Epigallocatechin gallate

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Epigallocatechin gallate
Structural formula of epigallocatechin gallate
Space-filling model of the epigallocatechin gallate molecule
IUPAC name
[(2R,3R)-5,7-dihydroxy-2-(3,4,5-trihydroxyphenyl)chroman-3-yl] 3,4,5-trihydroxybenzoate
Preferred IUPAC name
(2R,3R)-5,7-dihydroxy-2-(3,4,5-trihydroxyphenyl)-3,4-dihydro-2H-1-benzopyran-3-yl 3,4,5-trihydroxybenzoate
Other names
(-)-Epigallocatechin gallate
989-51-5 N
ChEMBL ChEMBL297453 YesY
ChemSpider 58575 YesY
Jmol interactive 3D Image
MeSH Epigallocatechin+gallate
PubChem 65064
Molar mass 458.372 g/mol
soluble (33.3-100 g/L)[vague][1]
Solubility soluble in ethanol, DMSO, dimethyl formamide[1] at about 20 g/l[2]
Except where otherwise noted, data are given for materials in their standard state (at 25 °C [77 °F], 100 kPa).
N verify (what is YesYN ?)
Infobox references

Epigallocatechin gallate (EGCG), also known as epigallocatechin-3-gallate, is the ester of epigallocatechin and gallic acid, and is a type of catechin.

EGCG, the most abundant catechin in tea, is a polyphenol under basic research for its potential to affect human health and disease. EGCG is used in many dietary supplements.

Food sources[edit]


It is found in high content in the dried leaves of white tea (4245 mg per 100 g), green tea (7380 mg per 100 g) and, in smaller quantities, black tea.[3] During black tea production, the catechins are mostly converted to theaflavins and thearubigins.[4] via polyphenol oxidases.[which?]


Trace amounts are found in apple skin, plums, onions, hazelnuts, pecans and carob powder (at 109 mg per 100 g).[3]


When taken orally, EGCG has poor bioavailability even at such a high amount of daily intake equivalent to 8-16 cups of tea (800 mg), a dose causing mild adverse effects, such as nausea or heartburn.[5] After consumption, EGCG blood levels peak within 1.7 hours, then are excreted into the urine over 3-15 hours.[6]

Research on potential therapeutic uses[edit]

EGCG has been the subject of a number of basic and clinical research studies investigating its potential use as a therapeutic for a broad range of disorders.[7][8][9] As of 2015, however, these effects remain unsubstantiated in humans and there are no approved health claims for EGCG in the United States or Europe.[8][9] The US Food and Drug Administration has issued warning letters against marketers of products claiming that EGCG provides anti-disease effects or overall health benefits.[10][11]

See also[edit]


  1. ^ a b http://chemicalland21.com/lifescience/foco/%28-%29-EPIGALLOCATECHIN%20GALLATE.htm
  2. ^ http://www.caymanchem.com/pdfs/70935.pdf
  3. ^ a b "USDA Database for the Flavonoid Content of Selected Foods, Release 3" (PDF). US Department of Agriculture. 2011. Retrieved 18 May 2015. 
  4. ^ Lorenz M, Urban J (2009). "Green and Black Tea are Equally Potent Stimuli of NO Production and Vasodilation: New Insights into Tea Ingredients Involved". Basic Research in Cardiology 104 (1): 100–110. doi:10.1007/s00395-008-0759-3. PMID 19101751.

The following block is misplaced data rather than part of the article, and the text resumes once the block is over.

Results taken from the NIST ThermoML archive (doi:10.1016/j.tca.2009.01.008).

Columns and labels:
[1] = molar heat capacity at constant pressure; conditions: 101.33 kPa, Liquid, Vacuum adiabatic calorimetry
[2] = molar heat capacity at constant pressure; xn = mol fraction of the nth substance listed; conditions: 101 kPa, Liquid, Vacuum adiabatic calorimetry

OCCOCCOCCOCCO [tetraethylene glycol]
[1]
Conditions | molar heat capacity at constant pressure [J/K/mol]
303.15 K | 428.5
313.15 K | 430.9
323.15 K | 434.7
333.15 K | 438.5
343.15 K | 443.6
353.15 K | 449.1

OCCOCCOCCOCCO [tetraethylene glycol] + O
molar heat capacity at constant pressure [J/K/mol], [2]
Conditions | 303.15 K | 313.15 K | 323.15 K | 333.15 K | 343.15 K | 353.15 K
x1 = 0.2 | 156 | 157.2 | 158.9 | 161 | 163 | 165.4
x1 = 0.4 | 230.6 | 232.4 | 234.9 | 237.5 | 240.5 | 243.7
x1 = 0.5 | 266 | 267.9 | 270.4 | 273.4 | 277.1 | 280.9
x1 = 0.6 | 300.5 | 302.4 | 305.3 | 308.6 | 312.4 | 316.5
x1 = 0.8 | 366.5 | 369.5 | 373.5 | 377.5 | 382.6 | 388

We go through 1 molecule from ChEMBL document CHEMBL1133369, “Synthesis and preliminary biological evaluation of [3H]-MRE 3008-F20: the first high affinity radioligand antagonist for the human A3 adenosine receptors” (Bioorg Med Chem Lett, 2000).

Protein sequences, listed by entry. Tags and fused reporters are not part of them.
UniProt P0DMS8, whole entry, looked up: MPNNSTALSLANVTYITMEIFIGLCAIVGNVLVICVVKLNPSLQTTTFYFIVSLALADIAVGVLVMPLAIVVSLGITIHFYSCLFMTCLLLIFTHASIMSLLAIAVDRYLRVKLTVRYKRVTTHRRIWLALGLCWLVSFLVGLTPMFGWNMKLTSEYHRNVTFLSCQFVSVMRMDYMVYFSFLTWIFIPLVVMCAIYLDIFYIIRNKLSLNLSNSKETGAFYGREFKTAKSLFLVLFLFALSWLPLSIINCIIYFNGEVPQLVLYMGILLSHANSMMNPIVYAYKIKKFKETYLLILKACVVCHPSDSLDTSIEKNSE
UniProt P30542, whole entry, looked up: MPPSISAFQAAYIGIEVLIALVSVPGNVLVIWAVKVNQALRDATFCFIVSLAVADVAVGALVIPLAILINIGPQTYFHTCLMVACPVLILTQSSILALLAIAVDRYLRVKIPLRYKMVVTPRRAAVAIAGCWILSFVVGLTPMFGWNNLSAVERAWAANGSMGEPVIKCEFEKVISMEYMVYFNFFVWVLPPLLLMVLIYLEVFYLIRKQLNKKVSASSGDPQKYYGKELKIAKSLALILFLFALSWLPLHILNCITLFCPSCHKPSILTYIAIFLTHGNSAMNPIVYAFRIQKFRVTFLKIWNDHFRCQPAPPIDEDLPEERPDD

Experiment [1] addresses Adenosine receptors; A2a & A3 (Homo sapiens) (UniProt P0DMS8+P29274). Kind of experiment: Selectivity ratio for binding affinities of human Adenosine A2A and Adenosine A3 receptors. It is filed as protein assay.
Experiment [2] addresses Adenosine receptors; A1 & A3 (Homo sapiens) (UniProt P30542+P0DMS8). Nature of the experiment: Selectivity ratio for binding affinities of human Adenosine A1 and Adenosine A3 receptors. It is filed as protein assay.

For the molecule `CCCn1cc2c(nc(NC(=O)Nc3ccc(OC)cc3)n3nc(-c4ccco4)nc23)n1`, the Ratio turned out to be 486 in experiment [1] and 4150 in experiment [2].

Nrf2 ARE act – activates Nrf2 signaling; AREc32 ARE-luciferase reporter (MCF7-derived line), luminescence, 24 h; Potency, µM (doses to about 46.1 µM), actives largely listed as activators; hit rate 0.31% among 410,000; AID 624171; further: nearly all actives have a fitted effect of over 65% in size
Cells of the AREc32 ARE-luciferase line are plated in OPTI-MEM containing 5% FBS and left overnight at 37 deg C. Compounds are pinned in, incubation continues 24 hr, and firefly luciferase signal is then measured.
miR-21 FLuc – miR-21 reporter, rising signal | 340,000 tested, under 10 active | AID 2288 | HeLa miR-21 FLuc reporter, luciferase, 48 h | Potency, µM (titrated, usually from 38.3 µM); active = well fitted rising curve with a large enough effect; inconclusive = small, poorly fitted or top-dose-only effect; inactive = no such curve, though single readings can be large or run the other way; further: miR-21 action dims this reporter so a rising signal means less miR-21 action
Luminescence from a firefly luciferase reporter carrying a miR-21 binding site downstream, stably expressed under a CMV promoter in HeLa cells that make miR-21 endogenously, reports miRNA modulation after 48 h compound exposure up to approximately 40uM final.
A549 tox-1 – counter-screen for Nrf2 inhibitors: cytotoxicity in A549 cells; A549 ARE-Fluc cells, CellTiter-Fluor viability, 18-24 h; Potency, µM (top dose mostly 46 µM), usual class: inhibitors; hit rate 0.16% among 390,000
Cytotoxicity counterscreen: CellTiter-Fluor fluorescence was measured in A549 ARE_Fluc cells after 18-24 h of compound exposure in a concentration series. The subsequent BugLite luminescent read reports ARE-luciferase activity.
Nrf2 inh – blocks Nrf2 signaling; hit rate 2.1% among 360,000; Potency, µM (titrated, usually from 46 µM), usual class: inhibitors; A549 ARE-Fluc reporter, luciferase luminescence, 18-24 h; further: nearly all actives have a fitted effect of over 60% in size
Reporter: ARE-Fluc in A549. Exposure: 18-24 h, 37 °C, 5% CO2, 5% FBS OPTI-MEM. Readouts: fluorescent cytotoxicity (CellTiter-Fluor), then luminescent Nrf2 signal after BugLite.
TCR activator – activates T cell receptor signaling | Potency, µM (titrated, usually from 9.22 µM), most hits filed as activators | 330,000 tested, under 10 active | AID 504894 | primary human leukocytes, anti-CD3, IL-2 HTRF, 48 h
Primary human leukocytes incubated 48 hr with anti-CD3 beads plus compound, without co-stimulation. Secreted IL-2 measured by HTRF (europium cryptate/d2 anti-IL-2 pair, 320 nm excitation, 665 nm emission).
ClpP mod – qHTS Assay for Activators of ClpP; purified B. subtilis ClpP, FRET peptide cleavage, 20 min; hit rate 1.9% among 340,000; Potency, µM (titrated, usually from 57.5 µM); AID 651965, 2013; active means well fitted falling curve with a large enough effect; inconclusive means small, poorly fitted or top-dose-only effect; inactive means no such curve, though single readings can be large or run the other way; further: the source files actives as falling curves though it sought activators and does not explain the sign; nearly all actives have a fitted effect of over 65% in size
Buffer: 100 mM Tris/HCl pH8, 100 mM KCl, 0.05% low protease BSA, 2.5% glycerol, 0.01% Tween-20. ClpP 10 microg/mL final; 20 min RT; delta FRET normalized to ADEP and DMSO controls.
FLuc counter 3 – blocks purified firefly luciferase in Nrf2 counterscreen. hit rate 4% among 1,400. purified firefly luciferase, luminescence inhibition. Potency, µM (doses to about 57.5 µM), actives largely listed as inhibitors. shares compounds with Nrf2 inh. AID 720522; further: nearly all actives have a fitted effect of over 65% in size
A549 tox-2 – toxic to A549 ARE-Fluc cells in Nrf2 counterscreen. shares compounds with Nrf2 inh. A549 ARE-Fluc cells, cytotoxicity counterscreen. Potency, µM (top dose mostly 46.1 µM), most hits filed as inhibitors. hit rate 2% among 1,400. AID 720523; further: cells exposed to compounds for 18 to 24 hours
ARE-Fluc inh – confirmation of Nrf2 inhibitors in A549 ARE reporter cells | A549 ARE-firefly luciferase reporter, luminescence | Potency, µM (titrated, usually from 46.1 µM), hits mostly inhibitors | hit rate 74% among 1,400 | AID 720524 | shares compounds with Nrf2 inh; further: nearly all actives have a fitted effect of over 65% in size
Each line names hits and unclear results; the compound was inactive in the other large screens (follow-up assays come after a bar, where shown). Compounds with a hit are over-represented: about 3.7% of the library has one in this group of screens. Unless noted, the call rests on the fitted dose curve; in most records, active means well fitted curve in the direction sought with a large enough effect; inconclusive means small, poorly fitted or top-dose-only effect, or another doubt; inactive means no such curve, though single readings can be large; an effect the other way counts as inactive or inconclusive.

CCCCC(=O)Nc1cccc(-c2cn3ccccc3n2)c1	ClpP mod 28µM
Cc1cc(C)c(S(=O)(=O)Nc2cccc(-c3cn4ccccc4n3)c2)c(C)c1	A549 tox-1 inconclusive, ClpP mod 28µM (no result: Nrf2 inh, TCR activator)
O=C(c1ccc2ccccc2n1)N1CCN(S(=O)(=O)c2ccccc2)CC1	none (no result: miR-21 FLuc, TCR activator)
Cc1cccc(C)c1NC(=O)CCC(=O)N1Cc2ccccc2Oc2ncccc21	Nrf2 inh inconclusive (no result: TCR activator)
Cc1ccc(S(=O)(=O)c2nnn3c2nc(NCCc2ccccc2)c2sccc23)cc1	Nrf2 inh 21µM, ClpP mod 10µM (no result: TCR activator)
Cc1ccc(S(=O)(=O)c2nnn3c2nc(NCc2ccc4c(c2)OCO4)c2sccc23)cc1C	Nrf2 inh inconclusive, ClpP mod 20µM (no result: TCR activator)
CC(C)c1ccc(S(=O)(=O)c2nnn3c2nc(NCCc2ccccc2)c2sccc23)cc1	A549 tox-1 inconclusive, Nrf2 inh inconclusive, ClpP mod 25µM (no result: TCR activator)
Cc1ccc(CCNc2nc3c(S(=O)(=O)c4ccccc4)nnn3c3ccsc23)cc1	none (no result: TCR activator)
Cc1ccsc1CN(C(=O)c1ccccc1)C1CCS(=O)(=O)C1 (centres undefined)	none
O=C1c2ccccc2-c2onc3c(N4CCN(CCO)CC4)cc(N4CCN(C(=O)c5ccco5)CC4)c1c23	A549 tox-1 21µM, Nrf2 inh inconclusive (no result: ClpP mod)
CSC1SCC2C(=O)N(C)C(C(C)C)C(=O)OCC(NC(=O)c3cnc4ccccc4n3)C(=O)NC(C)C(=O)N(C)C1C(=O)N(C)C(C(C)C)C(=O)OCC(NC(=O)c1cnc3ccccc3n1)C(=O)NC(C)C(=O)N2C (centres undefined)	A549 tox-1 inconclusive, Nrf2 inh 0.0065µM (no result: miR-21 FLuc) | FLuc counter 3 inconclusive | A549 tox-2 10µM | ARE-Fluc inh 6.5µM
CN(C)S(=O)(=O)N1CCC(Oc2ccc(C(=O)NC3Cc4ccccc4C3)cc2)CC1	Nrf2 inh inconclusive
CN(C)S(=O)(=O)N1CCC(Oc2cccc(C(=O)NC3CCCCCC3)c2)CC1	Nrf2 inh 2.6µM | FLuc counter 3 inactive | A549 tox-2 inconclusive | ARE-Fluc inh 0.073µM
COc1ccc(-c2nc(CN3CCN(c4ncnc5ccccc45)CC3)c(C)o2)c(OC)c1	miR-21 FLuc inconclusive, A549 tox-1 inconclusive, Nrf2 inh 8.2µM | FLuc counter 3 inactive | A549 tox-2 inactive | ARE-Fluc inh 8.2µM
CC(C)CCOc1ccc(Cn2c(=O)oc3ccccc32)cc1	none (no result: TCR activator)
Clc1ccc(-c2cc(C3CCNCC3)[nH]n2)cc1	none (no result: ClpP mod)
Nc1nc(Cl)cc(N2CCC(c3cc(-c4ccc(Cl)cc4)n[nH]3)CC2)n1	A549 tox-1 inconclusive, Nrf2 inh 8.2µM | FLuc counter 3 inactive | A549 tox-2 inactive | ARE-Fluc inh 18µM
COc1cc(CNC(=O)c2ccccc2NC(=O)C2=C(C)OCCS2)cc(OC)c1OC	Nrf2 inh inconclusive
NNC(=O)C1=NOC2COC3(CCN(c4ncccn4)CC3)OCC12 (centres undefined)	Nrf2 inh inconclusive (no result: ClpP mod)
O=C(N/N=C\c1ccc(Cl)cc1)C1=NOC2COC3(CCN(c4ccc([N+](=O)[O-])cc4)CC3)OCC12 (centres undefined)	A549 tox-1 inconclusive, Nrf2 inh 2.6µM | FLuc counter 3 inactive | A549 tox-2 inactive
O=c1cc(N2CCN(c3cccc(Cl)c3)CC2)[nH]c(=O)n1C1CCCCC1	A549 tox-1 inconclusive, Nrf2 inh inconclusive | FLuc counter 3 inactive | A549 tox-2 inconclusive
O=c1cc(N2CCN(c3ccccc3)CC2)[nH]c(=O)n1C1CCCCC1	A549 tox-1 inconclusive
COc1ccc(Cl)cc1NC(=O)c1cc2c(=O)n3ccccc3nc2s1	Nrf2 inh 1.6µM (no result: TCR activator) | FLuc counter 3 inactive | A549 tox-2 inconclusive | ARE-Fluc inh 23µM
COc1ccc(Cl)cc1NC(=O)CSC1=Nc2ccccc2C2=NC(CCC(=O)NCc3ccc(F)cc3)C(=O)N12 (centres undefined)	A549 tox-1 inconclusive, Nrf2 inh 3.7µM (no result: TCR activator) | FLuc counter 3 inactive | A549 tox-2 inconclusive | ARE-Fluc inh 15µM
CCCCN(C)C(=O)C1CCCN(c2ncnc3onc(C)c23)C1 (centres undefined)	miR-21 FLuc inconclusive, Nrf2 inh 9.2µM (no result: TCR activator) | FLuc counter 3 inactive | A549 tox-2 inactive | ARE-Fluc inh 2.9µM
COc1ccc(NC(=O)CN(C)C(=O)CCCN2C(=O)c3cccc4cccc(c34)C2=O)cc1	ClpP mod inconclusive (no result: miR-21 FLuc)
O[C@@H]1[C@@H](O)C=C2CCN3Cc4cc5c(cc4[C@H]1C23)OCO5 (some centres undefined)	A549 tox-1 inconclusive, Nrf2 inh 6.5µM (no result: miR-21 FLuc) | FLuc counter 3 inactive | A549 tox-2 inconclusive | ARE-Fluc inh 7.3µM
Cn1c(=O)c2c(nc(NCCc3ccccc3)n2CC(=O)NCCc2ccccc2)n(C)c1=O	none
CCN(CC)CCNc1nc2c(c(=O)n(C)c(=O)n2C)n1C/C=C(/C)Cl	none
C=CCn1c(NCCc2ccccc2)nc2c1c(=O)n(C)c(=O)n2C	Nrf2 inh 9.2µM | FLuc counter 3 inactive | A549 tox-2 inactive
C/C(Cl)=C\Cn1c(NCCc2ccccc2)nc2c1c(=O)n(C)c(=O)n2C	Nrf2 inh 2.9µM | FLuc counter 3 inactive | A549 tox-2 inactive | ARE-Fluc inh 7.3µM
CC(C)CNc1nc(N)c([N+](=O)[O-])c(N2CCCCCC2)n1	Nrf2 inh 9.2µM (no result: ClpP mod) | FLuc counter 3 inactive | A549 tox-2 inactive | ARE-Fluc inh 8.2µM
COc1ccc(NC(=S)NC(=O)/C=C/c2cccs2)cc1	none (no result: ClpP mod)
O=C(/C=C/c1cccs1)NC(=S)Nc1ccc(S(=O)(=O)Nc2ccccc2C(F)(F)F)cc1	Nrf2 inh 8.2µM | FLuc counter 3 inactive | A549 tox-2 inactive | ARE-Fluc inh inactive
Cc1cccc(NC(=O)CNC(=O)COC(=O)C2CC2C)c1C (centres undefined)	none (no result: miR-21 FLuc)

5. ^ Chow HH, Cai Y, Hakim IA, Crowell JA, Shahi F, Brooks CA, Dorr RT, Hara Y, Alberts DS (2003). "Pharmacokinetics and safety of green tea polyphenols after multiple-dose administration of epigallocatechin gallate and polyphenon E in healthy individuals". Clin Cancer Res 9 (9): 3312–9. PMID 12960117. 
  6. ^ Lee MJ, Maliakal P, Chen L, Meng X, Bondoc FY, Prabhu S, Lambert G, Mohr S, Yang CS (2002). "Pharmacokinetics of tea catechins after ingestion of green tea and (-)-epigallocatechin-3-gallate by humans: formation of different metabolites and individual variability". Cancer Epidemiol Biomarkers Prev 11 (10 Pt 1): 1025–32. PMID 12376503. 
  7. ^ Fürst, R; Zündorf, I (2014). "Plant-derived anti-inflammatory compounds: hopes and disappointments regarding the translation of preclinical knowledge into clinical progress". Mediators Inflamm 2014: 146832. doi:10.1155/2014/146832. PMID 24987194. 
  8. ^ a b "Green tea". MedlinePLus, US National Library of Medicine. 9 June 2015. Retrieved 15 September 2015. 
  9. ^ a b "Scientific Opinion on the substantiation of health claims related to Camellia sinensis (L.) Kuntze (tea), including catechins in green tea, and improvement of endothelium-dependent vasodilation (ID 1106, 1310), maintenance of normal blood pressure (ID 1310, 2657), maintenance of normal blood glucose concentrations (ID 1108), maintenance of normal blood LDL cholesterol concentrations (ID 2640), protection of the skin from UV-induced (including photo-oxidative) damage (ID 1110, 1119), protection of DNA from oxidative damage (ID 1120, 1121), protection of lipids from oxidative damage (ID 1275), contribution to normal cognitive function (ID 1117, 2812), “cardiovascular system” (ID 2814), “invigoration of the body” (ID 1274, 3280), decreasing potentially pathogenic gastro-intestinal microorganisms (ID 1118), “immune health” (ID 1273) and “mouth” (ID 2813) pursuant to Article 13(1) of Regulation (EC) No 1924/2006". EFSA Journal (European Food Safety Authority) 9 (4). 2011. doi:10.2903/j.efsa.2011.2055. 
  10. ^ "Inspections, Compliance, Enforcement, and Criminal Investigations: Warning Letter to Sharp Labs Inc". Food and Drug Administration. 9 July 2008. Retrieved 15 September 2015. 
  11. ^ "Inspections, Compliance, Enforcement, and Criminal Investigations: Warning Letter to Fleminger Inc". Food and Drug Administration. 22 February 2010. Retrieved 6 January 2015.